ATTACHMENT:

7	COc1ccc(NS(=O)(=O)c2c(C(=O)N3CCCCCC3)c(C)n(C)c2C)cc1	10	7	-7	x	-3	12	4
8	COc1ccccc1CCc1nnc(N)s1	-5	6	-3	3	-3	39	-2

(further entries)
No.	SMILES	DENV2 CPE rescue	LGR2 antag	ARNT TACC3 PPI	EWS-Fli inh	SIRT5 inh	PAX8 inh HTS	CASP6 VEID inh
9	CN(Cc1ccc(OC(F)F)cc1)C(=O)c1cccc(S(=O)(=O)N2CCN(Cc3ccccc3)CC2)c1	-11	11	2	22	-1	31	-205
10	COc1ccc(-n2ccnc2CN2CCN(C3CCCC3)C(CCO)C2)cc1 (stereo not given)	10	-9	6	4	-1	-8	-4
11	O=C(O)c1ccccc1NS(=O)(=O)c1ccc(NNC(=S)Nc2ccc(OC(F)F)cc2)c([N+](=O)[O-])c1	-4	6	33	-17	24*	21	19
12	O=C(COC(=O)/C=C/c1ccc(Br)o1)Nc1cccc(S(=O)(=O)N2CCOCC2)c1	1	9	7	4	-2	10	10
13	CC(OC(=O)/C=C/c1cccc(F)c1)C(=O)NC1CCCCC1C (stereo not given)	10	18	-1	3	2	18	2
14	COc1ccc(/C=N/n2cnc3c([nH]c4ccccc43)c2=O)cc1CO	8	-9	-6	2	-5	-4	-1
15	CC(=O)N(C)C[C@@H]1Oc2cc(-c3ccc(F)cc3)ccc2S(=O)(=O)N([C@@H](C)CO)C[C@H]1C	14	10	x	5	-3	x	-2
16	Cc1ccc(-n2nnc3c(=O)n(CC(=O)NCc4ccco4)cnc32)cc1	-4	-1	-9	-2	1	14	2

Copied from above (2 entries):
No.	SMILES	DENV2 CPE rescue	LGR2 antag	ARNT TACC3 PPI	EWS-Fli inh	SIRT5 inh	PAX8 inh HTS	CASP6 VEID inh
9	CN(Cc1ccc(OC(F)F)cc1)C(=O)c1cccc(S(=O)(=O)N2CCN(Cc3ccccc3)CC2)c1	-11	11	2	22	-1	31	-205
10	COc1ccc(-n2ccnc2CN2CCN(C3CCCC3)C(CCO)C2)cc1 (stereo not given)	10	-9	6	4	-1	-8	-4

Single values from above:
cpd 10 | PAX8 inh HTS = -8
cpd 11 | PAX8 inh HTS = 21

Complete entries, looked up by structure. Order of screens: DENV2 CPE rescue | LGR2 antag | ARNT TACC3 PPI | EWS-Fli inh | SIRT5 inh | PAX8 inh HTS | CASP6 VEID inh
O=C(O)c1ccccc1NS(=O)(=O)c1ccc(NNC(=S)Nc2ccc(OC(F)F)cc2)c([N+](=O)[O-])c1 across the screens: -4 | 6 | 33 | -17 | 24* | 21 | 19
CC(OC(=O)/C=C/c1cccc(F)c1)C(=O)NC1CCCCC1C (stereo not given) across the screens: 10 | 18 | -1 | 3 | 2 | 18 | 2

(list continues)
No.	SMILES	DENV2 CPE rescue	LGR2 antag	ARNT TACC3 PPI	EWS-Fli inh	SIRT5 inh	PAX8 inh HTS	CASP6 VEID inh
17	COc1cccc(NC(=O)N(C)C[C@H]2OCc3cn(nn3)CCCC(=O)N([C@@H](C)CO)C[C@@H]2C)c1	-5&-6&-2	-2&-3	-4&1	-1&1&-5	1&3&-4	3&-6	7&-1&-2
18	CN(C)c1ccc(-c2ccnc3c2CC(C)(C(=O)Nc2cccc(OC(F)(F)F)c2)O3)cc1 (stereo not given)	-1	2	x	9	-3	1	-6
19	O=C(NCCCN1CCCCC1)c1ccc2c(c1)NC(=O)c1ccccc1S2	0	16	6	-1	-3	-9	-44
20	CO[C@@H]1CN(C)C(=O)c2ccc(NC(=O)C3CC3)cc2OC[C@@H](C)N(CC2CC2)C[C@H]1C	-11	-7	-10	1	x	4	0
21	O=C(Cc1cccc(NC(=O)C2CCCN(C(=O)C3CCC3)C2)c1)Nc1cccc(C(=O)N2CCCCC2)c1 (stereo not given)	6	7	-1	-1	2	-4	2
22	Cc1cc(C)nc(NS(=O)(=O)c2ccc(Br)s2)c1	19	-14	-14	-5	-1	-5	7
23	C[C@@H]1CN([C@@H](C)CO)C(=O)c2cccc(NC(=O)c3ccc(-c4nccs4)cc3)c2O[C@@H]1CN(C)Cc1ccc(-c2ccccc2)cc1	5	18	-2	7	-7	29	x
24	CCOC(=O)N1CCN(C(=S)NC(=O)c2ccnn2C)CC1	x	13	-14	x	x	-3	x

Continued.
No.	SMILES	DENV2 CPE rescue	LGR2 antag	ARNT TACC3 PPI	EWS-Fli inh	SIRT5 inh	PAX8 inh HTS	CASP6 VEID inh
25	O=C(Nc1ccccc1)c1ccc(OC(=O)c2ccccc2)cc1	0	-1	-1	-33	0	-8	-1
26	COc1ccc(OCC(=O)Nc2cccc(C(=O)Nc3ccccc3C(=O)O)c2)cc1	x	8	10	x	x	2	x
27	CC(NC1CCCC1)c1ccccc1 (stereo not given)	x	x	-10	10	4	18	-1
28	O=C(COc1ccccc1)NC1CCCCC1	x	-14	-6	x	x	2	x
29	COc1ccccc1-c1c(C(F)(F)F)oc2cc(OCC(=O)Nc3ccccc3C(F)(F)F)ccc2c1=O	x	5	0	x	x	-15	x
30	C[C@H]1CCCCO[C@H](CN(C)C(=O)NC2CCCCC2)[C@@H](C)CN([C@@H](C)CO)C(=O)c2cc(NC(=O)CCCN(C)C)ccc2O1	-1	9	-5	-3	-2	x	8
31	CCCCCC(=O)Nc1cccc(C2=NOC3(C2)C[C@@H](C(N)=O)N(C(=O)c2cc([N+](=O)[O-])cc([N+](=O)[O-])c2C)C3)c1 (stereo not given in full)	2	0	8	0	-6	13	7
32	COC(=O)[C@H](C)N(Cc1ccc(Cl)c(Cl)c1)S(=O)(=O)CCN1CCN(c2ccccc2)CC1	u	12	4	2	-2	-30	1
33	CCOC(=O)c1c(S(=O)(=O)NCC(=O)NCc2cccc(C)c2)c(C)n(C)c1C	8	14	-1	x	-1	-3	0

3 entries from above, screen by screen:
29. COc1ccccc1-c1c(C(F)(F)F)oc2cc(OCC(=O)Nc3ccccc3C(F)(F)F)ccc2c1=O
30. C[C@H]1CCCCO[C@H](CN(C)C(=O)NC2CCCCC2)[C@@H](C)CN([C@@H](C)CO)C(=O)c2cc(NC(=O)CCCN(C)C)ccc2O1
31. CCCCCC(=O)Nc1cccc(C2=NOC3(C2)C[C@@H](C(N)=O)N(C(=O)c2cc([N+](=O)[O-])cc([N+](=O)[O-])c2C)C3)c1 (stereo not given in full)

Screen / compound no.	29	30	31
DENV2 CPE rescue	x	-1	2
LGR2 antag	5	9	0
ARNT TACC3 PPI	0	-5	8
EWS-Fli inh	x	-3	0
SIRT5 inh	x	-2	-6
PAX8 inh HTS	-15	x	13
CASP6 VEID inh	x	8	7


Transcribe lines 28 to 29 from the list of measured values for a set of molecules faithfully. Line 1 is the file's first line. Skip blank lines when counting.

20	CO[C@@H]1CN(C)C(=O)c2ccc(NC(=O)C3CC3)cc2OC[C@@H](C)N(CC2CC2)C[C@H]1C	-11	-7	-10	1	x	4	0
21	O=C(Cc1cccc(NC(=O)C2CCCN(C(=O)C3CCC3)C2)c1)Nc1cccc(C(=O)N2CCCCC2)c1 (stereo not given)	6	7	-1	-1	2	-4	2